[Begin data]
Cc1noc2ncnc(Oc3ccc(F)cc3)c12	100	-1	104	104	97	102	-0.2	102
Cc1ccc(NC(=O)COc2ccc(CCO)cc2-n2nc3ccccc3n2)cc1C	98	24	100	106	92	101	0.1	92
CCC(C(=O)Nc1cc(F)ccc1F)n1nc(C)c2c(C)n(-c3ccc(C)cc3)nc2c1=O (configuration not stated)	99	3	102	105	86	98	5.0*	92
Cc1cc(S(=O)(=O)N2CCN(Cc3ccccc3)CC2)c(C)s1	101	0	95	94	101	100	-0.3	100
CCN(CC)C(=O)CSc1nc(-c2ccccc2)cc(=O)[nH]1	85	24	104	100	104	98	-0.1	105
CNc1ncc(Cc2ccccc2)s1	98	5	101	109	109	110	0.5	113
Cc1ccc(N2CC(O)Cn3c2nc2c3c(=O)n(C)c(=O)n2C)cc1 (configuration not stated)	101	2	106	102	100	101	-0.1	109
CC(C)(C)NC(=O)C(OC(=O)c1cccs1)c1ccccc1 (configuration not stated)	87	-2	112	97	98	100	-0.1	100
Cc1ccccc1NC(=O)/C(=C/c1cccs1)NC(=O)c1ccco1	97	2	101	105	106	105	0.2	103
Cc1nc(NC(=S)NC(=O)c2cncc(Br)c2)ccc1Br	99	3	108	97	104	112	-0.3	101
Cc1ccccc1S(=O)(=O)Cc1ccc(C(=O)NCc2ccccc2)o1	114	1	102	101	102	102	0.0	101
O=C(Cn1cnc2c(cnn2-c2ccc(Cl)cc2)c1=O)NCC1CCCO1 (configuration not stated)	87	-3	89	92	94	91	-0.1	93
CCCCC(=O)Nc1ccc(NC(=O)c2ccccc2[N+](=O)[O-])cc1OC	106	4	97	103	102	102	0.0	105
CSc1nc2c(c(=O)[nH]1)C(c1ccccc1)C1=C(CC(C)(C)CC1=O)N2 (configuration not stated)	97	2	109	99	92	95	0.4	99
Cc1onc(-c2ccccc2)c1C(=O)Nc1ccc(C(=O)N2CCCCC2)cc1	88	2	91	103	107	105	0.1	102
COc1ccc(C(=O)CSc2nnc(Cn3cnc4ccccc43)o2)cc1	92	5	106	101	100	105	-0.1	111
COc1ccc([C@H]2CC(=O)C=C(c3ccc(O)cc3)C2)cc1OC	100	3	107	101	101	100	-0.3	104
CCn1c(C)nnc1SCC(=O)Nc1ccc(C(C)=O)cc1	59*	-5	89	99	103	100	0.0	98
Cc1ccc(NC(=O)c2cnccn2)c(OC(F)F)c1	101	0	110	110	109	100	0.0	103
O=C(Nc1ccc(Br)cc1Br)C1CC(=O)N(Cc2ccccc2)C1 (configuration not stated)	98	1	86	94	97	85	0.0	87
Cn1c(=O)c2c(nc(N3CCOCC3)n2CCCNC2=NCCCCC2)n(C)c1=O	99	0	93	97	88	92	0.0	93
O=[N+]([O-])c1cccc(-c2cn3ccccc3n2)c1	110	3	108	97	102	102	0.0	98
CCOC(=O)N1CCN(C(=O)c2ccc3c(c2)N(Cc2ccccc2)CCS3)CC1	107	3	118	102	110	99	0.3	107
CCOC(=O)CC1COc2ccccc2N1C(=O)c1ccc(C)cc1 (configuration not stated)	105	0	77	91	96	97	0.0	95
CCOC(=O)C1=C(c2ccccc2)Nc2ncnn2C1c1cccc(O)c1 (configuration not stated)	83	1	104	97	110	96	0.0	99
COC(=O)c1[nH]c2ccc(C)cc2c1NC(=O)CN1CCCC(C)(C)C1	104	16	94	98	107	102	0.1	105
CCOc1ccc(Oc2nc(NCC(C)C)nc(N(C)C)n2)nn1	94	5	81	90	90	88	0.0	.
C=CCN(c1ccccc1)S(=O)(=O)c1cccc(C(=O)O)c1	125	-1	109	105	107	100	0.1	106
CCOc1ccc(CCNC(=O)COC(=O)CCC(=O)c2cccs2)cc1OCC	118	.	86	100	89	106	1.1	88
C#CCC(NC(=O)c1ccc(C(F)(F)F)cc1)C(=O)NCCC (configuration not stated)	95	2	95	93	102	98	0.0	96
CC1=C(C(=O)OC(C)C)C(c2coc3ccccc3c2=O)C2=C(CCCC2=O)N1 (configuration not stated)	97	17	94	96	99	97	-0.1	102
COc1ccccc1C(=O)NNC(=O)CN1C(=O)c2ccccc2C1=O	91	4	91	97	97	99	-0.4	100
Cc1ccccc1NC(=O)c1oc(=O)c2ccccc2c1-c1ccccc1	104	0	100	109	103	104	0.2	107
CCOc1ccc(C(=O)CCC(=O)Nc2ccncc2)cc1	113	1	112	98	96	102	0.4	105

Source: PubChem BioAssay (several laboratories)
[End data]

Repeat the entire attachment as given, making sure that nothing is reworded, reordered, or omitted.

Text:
Cc1noc2ncnc(Oc3ccc(F)cc3)c12	100	-1	104	104	97	102	-0.2	102
Cc1ccc(NC(=O)COc2ccc(CCO)cc2-n2nc3ccccc3n2)cc1C	98	24	100	106	92	101	0.1	92
CCC(C(=O)Nc1cc(F)ccc1F)n1nc(C)c2c(C)n(-c3ccc(C)cc3)nc2c1=O (configuration not stated)	99	3	102	105	86	98	5.0*	92
Cc1cc(S(=O)(=O)N2CCN(Cc3ccccc3)CC2)c(C)s1	101	0	95	94	101	100	-0.3	100
CCN(CC)C(=O)CSc1nc(-c2ccccc2)cc(=O)[nH]1	85	24	104	100	104	98	-0.1	105
CNc1ncc(Cc2ccccc2)s1	98	5	101	109	109	110	0.5	113
Cc1ccc(N2CC(O)Cn3c2nc2c3c(=O)n(C)c(=O)n2C)cc1 (configuration not stated)	101	2	106	102	100	101	-0.1	109
CC(C)(C)NC(=O)C(OC(=O)c1cccs1)c1ccccc1 (configuration not stated)	87	-2	112	97	98	100	-0.1	100
Cc1ccccc1NC(=O)/C(=C/c1cccs1)NC(=O)c1ccco1	97	2	101	105	106	105	0.2	103
Cc1nc(NC(=S)NC(=O)c2cncc(Br)c2)ccc1Br	99	3	108	97	104	112	-0.3	101
Cc1ccccc1S(=O)(=O)Cc1ccc(C(=O)NCc2ccccc2)o1	114	1	102	101	102	102	0.0	101
O=C(Cn1cnc2c(cnn2-c2ccc(Cl)cc2)c1=O)NCC1CCCO1 (configuration not stated)	87	-3	89	92	94	91	-0.1	93
CCCCC(=O)Nc1ccc(NC(=O)c2ccccc2[N+](=O)[O-])cc1OC	106	4	97	103	102	102	0.0	105
CSc1nc2c(c(=O)[nH]1)C(c1ccccc1)C1=C(CC(C)(C)CC1=O)N2 (configuration not stated)	97	2	109	99	92	95	0.4	99
Cc1onc(-c2ccccc2)c1C(=O)Nc1ccc(C(=O)N2CCCCC2)cc1	88	2	91	103	107	105	0.1	102
COc1ccc(C(=O)CSc2nnc(Cn3cnc4ccccc43)o2)cc1	92	5	106	101	100	105	-0.1	111
COc1ccc([C@H]2CC(=O)C=C(c3ccc(O)cc3)C2)cc1OC	100	3	107	101	101	100	-0.3	104
CCn1c(C)nnc1SCC(=O)Nc1ccc(C(C)=O)cc1	59*	-5	89	99	103	100	0.0	98
Cc1ccc(NC(=O)c2cnccn2)c(OC(F)F)c1	101	0	110	110	109	100	0.0	103
O=C(Nc1ccc(Br)cc1Br)C1CC(=O)N(Cc2ccccc2)C1 (configuration not stated)	98	1	86	94	97	85	0.0	87
Cn1c(=O)c2c(nc(N3CCOCC3)n2CCCNC2=NCCCCC2)n(C)c1=O	99	0	93	97	88	92	0.0	93
O=[N+]([O-])c1cccc(-c2cn3ccccc3n2)c1	110	3	108	97	102	102	0.0	98
CCOC(=O)N1CCN(C(=O)c2ccc3c(c2)N(Cc2ccccc2)CCS3)CC1	107	3	118	102	110	99	0.3	107
CCOC(=O)CC1COc2ccccc2N1C(=O)c1ccc(C)cc1 (configuration not stated)	105	0	77	91	96	97	0.0	95
CCOC(=O)C1=C(c2ccccc2)Nc2ncnn2C1c1cccc(O)c1 (configuration not stated)	83	1	104	97	110	96	0.0	99
COC(=O)c1[nH]c2ccc(C)cc2c1NC(=O)CN1CCCC(C)(C)C1	104	16	94	98	107	102	0.1	105
CCOc1ccc(Oc2nc(NCC(C)C)nc(N(C)C)n2)nn1	94	5	81	90	90	88	0.0	.
C=CCN(c1ccccc1)S(=O)(=O)c1cccc(C(=O)O)c1	125	-1	109	105	107	100	0.1	106
CCOc1ccc(CCNC(=O)COC(=O)CCC(=O)c2cccs2)cc1OCC	118	.	86	100	89	106	1.1	88
C#CCC(NC(=O)c1ccc(C(F)(F)F)cc1)C(=O)NCCC (configuration not stated)	95	2	95	93	102	98	0.0	96
CC1=C(C(=O)OC(C)C)C(c2coc3ccccc3c2=O)C2=C(CCCC2=O)N1 (configuration not stated)	97	17	94	96	99	97	-0.1	102
COc1ccccc1C(=O)NNC(=O)CN1C(=O)c2ccccc2C1=O	91	4	91	97	97	99	-0.4	100
Cc1ccccc1NC(=O)c1oc(=O)c2ccccc2c1-c1ccccc1	104	0	100	109	103	104	0.2	107
CCOc1ccc(C(=O)CCC(=O)Nc2ccncc2)cc1	113	1	112	98	96	102	0.4	105

Source: PubChem BioAssay (several laboratories)